I decided this year I would just have to put forth extra effort and learn as I went. I hunted the season opener and then took the second day off. I returned to work for two days and then had scheduled days off. 

Early in the season, the days are long. That first day off, I decided to hunt three different areas in an effort to cover as much ground as possible in the hope that I could figure some things out. Two hunting areas were close together, saving me some time. 

It didn't save me any effort, though, as I hiked in and out of both areas, gaining elevation just to give it up to get back to my truck and on to the next area.

When I arrived at the third hunting spot, I figured I was about 30 minutes earlier than I wanted. I was exhausted, and my legs hurt from the earlier hikes. I wanted to take a nap in my truck, but I knew I'd be even less motivated for an evening hunt if I did. 

After nodding off several times and some soul-searching, I reluctantly left the warm truck for the final hunt of the day.

The Buck Appears

As I worked my way into the hunting area, I checked the wind and my watch several times, forming a strategy on how to pick the area apart and give myself the best chance at success. It was still early, and I really wasn't expecting to see much yet.

About a mile in, I saw a buck standing at the end of an old skid trail. The buck's body was partially hidden by a small pine tree. He was standing broadside to me, motionless. I'm still not sure what he was doing.

I glassed what I could see of his antlers and noticed his main beams extended past his nose. I noticed he had good mass and at least average tine length. Because of this, I thought he was a big 4 point and was intent on passing him up. 

I watched him for at least ten minutes. Finally, he turned his head away from me briefly, and I saw what I couldn't see before; he had three points coming off the main beam, making him a 5-point. This buck had an inside spread of 20 inches and good mass at the bases.

Bill Smith with his buck, hunter safety concept.

The decision to shoot was easy. Walking up to the buck afterward, I noticed he was a 5-point with extra points off both bases and a small extra point between his left G2 and G3. This buck had all kinds of character.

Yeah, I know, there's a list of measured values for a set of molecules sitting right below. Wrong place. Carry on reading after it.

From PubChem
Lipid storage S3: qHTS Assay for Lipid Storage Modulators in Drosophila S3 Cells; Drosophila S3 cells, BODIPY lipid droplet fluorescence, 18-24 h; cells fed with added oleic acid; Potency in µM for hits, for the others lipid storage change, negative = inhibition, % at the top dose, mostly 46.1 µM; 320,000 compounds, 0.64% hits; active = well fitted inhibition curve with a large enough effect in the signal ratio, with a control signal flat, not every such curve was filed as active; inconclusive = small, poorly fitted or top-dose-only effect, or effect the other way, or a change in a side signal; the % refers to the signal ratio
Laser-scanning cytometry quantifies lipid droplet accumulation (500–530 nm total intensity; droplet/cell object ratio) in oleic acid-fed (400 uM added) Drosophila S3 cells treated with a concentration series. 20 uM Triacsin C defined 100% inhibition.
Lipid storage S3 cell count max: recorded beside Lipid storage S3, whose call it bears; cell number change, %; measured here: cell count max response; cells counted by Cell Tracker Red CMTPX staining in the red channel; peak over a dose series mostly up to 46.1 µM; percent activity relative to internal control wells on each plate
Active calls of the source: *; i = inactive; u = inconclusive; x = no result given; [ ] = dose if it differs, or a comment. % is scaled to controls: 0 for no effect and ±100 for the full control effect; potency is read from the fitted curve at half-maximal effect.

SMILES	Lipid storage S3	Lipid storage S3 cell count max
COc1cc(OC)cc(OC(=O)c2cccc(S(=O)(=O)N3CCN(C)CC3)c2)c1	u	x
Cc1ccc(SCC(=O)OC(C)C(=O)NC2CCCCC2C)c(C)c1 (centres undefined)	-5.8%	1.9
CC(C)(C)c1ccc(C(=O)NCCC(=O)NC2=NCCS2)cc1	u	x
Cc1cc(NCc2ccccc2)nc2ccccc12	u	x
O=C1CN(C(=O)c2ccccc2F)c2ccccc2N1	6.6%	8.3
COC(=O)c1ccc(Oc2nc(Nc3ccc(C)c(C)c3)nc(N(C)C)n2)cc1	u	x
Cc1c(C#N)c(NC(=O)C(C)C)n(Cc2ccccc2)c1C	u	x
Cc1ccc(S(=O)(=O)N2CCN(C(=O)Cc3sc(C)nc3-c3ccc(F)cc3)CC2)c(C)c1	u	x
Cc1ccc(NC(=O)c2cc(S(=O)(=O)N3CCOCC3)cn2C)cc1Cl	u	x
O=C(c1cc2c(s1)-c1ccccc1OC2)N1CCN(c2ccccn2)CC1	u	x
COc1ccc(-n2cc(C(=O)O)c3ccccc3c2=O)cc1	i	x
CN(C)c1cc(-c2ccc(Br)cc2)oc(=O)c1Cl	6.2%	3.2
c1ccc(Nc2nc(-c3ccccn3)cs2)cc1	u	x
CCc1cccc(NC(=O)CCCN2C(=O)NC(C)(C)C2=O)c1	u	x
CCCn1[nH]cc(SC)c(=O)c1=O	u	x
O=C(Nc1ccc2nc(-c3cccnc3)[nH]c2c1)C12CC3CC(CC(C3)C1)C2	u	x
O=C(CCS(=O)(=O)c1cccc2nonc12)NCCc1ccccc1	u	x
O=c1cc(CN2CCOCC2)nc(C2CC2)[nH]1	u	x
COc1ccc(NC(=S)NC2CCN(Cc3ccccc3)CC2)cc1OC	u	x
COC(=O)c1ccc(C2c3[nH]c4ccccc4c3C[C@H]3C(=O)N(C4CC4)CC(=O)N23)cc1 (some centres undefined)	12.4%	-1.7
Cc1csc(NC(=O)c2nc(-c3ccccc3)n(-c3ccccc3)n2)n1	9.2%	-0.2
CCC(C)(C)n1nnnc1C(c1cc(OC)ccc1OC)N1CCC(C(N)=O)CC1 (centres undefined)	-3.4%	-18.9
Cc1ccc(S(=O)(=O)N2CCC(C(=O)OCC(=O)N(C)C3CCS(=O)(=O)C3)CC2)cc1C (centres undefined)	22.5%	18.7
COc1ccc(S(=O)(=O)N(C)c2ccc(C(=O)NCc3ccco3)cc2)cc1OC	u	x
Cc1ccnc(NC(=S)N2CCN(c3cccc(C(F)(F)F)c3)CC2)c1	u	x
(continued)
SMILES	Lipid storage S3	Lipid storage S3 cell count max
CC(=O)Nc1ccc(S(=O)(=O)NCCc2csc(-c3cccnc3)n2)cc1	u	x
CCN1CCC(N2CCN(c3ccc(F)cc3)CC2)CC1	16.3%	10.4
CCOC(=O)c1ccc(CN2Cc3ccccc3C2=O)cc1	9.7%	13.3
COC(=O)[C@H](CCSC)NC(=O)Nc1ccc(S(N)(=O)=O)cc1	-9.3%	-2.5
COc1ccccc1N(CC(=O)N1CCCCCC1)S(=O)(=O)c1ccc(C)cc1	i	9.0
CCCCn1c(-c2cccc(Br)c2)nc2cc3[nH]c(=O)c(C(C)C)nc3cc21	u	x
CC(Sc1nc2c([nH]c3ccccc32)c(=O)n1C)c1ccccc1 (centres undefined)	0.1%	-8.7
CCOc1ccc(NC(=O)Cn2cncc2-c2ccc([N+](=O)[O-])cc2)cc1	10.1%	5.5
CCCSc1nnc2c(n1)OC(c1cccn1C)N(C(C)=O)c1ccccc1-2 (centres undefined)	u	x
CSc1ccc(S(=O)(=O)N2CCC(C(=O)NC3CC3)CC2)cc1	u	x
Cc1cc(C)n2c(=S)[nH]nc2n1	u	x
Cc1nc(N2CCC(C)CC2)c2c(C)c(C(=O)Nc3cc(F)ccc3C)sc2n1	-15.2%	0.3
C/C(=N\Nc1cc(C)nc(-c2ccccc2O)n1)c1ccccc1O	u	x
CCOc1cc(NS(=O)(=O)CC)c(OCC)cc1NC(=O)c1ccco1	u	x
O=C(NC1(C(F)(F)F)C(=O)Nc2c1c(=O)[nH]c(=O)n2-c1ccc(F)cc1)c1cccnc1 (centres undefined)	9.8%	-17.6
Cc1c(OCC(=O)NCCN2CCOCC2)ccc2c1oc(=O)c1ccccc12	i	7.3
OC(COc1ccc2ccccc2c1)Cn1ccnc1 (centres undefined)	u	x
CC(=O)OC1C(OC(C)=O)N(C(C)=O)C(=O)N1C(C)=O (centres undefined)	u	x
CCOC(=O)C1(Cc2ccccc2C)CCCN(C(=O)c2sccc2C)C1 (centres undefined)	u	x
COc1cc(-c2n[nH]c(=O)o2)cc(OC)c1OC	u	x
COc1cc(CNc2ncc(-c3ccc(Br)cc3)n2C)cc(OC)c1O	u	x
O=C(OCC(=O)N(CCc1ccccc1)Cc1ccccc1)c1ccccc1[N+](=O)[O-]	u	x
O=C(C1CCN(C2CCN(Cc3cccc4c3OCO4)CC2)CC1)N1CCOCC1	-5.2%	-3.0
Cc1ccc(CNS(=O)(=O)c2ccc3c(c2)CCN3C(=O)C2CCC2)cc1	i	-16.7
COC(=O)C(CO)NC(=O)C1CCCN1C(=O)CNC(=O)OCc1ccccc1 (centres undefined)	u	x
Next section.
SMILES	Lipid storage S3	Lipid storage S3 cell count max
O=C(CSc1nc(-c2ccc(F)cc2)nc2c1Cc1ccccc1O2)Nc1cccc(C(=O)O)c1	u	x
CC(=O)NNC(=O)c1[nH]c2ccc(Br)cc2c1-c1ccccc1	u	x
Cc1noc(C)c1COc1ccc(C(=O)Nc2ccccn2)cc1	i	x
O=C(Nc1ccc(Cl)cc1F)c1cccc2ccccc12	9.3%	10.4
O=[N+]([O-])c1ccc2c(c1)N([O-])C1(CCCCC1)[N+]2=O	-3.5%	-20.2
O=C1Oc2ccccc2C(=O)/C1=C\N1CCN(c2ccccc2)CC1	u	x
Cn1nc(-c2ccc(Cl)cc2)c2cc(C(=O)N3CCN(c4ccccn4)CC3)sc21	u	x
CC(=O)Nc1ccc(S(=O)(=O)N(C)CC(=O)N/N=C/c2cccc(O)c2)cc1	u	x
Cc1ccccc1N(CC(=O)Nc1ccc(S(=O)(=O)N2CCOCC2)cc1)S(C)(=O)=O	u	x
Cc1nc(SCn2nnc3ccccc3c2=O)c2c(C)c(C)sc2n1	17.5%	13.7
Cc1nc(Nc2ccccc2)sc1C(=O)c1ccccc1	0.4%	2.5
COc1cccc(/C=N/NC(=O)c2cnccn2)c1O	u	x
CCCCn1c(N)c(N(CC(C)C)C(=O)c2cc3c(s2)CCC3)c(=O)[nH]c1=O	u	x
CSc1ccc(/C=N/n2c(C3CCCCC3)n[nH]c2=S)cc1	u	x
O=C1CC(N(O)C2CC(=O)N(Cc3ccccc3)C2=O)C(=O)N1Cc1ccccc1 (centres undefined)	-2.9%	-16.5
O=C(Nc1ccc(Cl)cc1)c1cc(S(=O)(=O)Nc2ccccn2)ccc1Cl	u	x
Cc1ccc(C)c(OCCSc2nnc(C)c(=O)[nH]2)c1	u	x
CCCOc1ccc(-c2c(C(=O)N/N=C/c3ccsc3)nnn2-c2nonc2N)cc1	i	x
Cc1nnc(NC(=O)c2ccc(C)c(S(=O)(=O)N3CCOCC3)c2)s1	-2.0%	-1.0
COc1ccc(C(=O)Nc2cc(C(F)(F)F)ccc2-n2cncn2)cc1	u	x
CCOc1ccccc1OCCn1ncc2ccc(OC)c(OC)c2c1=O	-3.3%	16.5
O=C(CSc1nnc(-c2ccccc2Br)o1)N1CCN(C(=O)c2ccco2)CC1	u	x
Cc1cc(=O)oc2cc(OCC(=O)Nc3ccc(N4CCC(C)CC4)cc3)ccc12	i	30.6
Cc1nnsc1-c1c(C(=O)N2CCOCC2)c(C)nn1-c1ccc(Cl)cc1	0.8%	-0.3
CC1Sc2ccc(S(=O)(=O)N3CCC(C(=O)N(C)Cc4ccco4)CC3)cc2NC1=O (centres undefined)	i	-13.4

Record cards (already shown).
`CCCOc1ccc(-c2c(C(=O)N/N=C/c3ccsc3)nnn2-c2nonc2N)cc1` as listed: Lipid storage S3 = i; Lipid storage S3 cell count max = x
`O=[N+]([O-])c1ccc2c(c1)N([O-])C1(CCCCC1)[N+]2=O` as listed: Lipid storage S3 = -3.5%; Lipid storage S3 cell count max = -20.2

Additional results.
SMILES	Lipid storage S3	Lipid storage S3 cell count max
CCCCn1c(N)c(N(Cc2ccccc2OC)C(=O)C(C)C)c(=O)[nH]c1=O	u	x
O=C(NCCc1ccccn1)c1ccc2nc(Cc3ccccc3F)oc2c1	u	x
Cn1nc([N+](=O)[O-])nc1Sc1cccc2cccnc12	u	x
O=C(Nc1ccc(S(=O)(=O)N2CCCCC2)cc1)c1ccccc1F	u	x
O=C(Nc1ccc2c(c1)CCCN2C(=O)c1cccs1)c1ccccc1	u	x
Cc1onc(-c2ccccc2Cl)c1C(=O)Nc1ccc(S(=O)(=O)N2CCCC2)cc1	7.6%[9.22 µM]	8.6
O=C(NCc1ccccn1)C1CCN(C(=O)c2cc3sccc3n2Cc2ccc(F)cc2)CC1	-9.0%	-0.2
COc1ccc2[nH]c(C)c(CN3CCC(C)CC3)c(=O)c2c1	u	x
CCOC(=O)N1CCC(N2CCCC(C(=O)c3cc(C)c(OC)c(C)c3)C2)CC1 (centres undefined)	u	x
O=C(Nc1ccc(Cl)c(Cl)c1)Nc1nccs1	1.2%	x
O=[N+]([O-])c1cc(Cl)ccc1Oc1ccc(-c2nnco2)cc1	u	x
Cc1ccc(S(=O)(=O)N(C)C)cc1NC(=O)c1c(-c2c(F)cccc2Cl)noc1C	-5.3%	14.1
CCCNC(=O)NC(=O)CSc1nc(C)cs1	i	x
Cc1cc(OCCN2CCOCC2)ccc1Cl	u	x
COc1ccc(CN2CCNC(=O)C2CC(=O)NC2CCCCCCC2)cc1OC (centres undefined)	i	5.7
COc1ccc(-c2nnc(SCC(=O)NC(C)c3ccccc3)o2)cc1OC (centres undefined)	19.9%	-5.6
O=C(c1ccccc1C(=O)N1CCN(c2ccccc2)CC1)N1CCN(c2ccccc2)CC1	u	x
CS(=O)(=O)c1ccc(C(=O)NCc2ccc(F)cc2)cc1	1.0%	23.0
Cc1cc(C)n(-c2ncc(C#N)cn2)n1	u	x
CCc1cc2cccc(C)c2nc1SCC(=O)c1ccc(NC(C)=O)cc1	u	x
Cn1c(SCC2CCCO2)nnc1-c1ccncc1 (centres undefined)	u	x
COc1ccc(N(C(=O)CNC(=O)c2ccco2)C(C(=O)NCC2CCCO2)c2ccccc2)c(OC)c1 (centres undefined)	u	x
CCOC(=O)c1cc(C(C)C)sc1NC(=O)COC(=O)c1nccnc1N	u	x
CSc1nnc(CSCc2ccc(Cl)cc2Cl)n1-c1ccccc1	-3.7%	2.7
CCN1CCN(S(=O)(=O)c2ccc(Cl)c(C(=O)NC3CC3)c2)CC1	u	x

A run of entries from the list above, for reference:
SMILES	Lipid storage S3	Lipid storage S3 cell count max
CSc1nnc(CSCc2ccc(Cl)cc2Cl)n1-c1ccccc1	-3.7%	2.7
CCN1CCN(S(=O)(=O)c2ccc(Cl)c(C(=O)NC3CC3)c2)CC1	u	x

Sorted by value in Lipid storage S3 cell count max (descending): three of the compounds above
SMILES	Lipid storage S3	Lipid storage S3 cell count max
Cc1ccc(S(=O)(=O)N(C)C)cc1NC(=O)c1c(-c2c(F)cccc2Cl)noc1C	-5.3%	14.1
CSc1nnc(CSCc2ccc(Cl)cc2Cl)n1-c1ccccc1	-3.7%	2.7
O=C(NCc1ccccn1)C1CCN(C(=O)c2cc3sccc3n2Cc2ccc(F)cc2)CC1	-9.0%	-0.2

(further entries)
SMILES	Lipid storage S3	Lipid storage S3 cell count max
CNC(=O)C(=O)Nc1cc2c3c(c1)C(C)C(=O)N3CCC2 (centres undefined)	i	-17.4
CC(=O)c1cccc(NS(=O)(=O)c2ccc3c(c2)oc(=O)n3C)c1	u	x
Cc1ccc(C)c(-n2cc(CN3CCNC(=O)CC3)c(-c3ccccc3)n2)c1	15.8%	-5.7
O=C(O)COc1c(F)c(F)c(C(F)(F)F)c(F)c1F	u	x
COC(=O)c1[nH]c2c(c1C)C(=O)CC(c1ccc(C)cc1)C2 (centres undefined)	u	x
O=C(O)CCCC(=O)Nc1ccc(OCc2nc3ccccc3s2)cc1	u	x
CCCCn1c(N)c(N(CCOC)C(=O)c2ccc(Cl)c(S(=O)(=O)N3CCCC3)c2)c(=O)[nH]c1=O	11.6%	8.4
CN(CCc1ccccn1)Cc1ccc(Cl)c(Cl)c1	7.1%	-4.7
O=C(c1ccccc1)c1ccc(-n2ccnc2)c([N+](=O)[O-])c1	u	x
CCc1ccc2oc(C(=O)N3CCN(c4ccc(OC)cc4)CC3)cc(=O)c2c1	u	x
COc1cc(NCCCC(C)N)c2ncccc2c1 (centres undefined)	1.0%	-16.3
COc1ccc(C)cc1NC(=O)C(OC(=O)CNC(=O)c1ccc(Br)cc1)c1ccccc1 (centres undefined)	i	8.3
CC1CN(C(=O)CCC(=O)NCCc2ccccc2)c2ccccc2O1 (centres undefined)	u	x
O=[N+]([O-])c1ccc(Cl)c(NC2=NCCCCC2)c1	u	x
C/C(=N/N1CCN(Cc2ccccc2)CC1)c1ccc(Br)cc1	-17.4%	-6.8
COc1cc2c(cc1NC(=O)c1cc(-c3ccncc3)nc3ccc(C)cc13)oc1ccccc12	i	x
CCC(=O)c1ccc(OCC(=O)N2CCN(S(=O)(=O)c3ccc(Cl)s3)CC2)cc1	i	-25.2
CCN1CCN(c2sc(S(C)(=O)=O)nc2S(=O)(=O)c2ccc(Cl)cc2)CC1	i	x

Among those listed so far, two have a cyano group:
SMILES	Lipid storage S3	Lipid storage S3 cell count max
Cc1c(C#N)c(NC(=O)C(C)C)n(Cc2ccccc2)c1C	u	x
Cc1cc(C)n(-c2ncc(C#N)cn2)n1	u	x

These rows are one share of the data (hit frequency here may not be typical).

I actually had cellphone coverage and quickly texted my brother a photo. I also texted my wife, my mom, and a couple of friends. After that, I walked out to get my game cart and returned to get the buck. Somehow, this fourth hike of the day was easier than the other three!

Respect for the Hunt

I don't use social media accounts, but I gave my wife the go-ahead to post a photo of the buck on hers. 

We received one response from a friend who respectfully opposed hunting. I truly respect her courage to do so and her views. Still, I wish people could see hunters' respect for the game they pursue and the amount of time and effort that goes into a hunt. I wish they could experience the long hours after the shot, getting the animal out and processed for the freezer. 

Somehow, I think a good number of us hunters would earn a fair amount of respect if our opposition could see what they don't see.

This year was special in a number of ways. It reinforced my passion for big game hunting and my respect for the many big game animals that call Montana home. My wife, kids, family, and friends all supported me and made sacrifices so that I could enjoy another memorable hunting season. 

Once again, I am truly grateful.

Fill Your Tags Safely With Hunter Safety Education

Bill had a milestone year, filling more than one tag through several seasons. He was even able to share these memories with his brother and son in the field. 

One of the reasons he was able to have a successful season and bring his son along for a hunt was because he understood how to stay safe in the field. As a hunter education instructor, he had the knowledge to get in and out of hunting locations safely and help his son make smart decisions. He also has a firm grasp of why we hunt and respect for wild game – something we teach through our Hunter-Ed online courses. 

We want to help you fill your tags safely this season (and every season)! We also want to help your family join in on making the kinds of memories Bill shared with us today. However, you don't have to be an instructor like Bill to stay safe! Just take a hunter safety course. 

Before your next hunt, make sure you're safety certified. Our courses are state-approved and convenient to take online. Find the course for your state, and good luck this season! 


Originally published October 12, 2016. Content updated May 1, 2023.